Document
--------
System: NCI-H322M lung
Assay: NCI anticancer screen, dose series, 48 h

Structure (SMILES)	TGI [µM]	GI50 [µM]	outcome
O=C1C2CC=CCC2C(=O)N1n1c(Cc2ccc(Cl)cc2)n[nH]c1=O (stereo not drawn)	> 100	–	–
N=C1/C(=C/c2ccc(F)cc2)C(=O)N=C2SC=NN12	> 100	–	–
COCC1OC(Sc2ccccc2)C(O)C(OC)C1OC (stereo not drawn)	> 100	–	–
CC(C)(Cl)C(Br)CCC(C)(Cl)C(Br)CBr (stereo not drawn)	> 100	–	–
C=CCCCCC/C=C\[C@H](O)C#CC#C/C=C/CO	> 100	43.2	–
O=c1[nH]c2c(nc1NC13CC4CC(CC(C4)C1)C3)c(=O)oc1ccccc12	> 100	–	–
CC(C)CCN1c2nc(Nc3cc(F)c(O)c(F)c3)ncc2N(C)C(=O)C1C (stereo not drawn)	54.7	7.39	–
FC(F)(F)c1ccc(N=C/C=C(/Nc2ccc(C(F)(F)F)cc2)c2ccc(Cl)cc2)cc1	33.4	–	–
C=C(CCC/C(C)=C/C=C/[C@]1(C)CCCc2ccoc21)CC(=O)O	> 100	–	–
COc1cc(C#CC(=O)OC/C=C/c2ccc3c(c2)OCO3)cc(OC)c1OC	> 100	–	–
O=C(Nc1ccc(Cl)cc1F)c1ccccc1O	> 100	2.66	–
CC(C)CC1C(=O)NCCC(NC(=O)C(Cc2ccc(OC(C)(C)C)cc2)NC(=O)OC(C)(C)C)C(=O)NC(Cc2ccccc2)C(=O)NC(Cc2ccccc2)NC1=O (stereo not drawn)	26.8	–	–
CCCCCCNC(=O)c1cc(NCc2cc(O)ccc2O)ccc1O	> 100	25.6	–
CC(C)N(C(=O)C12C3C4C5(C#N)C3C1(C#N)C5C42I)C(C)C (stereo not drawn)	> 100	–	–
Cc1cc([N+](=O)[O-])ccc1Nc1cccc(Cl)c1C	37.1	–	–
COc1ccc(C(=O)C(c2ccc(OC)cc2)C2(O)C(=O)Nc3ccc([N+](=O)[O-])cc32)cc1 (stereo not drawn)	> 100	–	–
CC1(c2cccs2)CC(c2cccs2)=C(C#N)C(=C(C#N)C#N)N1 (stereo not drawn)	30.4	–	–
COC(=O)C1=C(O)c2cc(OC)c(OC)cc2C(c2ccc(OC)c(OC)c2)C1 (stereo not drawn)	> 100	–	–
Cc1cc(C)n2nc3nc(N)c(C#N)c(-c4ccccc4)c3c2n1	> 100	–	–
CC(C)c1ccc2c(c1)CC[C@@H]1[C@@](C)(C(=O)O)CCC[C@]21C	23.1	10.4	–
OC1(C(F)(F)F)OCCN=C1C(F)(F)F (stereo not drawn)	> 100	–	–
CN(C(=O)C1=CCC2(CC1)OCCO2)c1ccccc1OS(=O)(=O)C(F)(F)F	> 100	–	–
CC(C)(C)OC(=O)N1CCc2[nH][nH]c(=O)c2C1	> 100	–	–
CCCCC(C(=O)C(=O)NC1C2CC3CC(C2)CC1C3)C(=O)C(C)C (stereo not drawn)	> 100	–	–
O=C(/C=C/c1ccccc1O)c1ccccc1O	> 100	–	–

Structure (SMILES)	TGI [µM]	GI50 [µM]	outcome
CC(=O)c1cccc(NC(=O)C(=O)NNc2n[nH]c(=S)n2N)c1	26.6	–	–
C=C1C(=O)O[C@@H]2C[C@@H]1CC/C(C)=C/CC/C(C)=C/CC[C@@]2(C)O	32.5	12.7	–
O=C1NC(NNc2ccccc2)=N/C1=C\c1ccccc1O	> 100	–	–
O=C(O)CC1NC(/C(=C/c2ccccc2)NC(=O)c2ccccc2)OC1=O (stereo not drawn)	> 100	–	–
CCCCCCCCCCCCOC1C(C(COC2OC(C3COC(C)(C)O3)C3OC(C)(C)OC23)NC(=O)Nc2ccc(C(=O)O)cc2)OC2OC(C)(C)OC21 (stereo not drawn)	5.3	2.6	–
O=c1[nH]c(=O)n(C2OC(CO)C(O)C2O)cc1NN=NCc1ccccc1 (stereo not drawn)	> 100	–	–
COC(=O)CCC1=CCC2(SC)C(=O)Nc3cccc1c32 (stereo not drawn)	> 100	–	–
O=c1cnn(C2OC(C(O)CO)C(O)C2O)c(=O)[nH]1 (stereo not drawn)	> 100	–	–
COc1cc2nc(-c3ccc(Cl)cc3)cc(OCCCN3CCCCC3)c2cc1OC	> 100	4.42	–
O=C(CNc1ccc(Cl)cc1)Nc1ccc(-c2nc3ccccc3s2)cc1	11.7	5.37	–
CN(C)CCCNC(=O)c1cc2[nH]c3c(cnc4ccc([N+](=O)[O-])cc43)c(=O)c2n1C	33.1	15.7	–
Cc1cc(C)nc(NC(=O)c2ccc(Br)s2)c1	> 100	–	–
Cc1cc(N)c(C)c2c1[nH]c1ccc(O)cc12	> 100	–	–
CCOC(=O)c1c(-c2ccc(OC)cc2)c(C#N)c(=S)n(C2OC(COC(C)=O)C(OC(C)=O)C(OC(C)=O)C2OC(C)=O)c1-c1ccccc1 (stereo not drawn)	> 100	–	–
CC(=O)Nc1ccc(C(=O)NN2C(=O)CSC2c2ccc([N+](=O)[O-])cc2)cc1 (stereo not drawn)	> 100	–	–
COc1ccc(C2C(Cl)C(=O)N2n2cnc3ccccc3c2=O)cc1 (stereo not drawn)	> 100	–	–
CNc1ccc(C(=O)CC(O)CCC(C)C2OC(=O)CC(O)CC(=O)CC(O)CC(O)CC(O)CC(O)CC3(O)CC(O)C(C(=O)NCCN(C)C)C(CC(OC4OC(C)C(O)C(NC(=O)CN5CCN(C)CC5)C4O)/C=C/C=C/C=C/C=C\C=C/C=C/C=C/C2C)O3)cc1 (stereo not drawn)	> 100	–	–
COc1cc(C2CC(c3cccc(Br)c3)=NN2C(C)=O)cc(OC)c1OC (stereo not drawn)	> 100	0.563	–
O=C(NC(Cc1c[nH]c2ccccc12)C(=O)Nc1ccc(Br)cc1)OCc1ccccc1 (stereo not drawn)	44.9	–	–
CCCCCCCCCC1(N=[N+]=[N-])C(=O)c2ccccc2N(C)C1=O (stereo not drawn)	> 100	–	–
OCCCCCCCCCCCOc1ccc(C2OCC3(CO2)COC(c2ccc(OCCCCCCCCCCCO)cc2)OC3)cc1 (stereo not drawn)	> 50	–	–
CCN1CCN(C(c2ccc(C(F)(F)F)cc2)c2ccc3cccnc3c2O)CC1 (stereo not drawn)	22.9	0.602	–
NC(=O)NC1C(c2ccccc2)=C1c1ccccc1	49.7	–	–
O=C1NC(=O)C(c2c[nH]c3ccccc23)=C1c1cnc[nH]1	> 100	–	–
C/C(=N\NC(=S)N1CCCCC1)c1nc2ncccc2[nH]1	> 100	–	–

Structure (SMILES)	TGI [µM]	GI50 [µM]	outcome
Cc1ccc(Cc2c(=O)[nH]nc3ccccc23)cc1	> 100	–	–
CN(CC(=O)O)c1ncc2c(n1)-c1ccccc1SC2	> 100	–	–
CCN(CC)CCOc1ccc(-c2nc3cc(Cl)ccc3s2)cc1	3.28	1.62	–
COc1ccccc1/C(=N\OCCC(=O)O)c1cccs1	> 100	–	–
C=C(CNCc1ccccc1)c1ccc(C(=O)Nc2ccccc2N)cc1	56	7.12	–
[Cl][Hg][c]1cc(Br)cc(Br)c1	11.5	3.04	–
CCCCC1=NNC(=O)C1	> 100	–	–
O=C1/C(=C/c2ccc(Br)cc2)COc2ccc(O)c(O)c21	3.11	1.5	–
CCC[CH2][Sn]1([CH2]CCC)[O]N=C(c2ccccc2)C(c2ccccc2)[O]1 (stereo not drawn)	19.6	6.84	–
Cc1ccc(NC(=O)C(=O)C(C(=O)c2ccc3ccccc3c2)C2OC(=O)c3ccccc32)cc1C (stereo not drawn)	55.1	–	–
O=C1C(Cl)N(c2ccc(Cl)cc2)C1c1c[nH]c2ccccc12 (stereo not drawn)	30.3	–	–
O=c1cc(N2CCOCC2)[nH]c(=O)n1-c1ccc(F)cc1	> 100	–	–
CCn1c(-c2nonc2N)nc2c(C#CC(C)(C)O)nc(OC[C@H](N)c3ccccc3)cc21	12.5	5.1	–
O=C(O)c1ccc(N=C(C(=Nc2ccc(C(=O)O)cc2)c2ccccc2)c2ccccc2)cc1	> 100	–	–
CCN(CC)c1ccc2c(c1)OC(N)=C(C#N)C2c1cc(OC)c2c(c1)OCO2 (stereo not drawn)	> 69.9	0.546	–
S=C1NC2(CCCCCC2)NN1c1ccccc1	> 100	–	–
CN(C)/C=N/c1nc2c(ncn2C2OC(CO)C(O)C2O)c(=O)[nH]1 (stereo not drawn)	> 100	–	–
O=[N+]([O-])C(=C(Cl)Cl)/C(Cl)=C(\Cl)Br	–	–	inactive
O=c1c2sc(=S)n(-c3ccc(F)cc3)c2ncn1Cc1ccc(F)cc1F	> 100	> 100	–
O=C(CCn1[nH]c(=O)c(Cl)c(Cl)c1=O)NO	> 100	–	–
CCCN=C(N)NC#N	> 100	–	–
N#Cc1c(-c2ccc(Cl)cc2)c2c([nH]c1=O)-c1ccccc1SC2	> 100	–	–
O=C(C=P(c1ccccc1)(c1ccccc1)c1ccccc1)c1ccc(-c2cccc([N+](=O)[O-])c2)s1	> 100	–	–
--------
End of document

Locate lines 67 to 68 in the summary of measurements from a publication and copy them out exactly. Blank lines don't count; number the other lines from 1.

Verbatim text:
O=c1cc(N2CCOCC2)[nH]c(=O)n1-c1ccc(F)cc1	> 100	–	–
CCn1c(-c2nonc2N)nc2c(C#CC(C)(C)O)nc(OC[C@H](N)c3ccccc3)cc21	12.5	5.1	–